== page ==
According to the National Institutes of Health, "There are more than 10,000 known rare diseases and only a few hundred have safe, effective treatments. In the United States, rare diseases affect about 1 in 10 people."

This rarity leads to limited funding sources. For example, only 4% of funding from the National Cancer Institute goes toward pediatric cancer research, and the majority of that is for two of the most common childhood cancers—leukemia and lymphoma—which also have the highest survivor rates. It's underfunded precisely because childhood cancer is considered rare, making up between 1% and 3% of all cancers diagnosed in the U.S.

Because all pediatric cancers are considered rare and because there can be dozens of subtypes of pediatric cancer, developing treatments and finding enough patients to participate in clinical trials is also extremely difficult. This is true for other types of rare diseases as well. But research has shown that funding for clinical trials is effective. According to a report from the Children’s Oncology Group (COG), at one point, children diagnosed with acute lymphoblastic leukemia (ALL) only survived an average of six months, but now, due to over 50 years of research and consistent funding for it, the cure rate is 85%.

While the numbers may seem daunting, there is hope, and finding practical solutions for nonprofits working to raise awareness for and fund rare causes is doable. At ISF, we have identified four key solutions.

Collaboration Fostering
Collaboration and communication between families fighting similar diseases, researchers, healthcare professionals and advocacy groups is vitally important in finding cures for rare diseases. While it is natural for a family to want to start a foundation to accelerate research, the benefit of combining resources and energy can often accelerate that impact even further. The reason the cure rates for leukemia and lymphoma are so high is because one main organization—the Leukemia & Lymphoma Society—has organized funding and families around its cause.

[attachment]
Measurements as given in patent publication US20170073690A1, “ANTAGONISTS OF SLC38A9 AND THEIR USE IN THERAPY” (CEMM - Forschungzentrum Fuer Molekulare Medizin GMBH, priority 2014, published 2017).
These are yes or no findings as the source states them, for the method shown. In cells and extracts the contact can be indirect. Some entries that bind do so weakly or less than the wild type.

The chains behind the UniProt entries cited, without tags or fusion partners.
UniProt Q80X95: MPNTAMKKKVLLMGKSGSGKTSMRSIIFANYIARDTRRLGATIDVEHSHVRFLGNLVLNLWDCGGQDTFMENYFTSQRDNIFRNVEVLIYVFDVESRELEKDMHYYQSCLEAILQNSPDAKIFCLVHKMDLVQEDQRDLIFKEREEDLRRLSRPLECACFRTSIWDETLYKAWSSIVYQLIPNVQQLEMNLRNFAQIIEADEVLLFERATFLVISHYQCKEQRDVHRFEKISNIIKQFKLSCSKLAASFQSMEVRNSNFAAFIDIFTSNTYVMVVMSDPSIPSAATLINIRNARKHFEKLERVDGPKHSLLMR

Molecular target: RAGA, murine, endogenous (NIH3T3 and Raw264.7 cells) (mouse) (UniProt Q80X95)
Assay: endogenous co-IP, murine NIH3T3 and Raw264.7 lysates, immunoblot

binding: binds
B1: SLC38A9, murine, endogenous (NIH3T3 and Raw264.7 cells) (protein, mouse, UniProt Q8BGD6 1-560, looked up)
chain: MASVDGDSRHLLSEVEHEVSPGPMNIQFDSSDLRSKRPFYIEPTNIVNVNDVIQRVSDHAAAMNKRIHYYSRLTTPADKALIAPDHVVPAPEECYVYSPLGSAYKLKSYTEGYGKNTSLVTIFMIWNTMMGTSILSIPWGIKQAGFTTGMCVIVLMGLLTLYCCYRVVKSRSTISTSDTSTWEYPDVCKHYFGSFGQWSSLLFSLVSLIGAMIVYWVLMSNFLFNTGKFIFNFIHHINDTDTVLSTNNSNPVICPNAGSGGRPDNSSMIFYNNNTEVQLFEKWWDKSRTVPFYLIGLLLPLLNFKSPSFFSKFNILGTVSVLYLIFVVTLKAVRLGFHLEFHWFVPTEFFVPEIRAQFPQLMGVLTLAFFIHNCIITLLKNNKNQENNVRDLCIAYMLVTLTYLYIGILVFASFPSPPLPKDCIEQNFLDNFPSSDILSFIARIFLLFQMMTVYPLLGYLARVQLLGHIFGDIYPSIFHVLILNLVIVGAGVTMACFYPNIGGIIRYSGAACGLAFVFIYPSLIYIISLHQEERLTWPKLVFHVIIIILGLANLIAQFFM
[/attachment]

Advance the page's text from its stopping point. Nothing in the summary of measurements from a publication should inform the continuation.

Diversification Of Funding Sources
As an organization that desires to grow sustainably over time, it is important to advance partnerships with businesses and research organizations to diversify funding options. Along with crowdfunding campaigns, establishing a strong tie with your local community through fundraising initiatives helps mobilize public support. It also creates educational opportunities to help people learn more about the causes you are championing. In addition, we have found that establishing an internal champion at large institutions helps further our work and often leads to asking that individual to serve on the board or lead an initiative.

Awareness Campaigns
Since many rare diseases aren’t well-known by the general public, creating awareness campaigns is a great way to raise support for your cause. You can do this by connecting with influential people to be brand ambassadors, utilizing social media and telling powerful stories of impact. We’ve found that storytelling and simplifying our message helps unite more people to our cause, even if they don’t have a direct connection to cancer or a rare disease.

Engaging The Public
It’s important to build a strong volunteer base. Expanding support beyond those impacted by your cause creates solidarity for the individuals and families facing the challenges of their disease.

Read the full article about funding rare causes by Erin Santos-Primis at Forbes.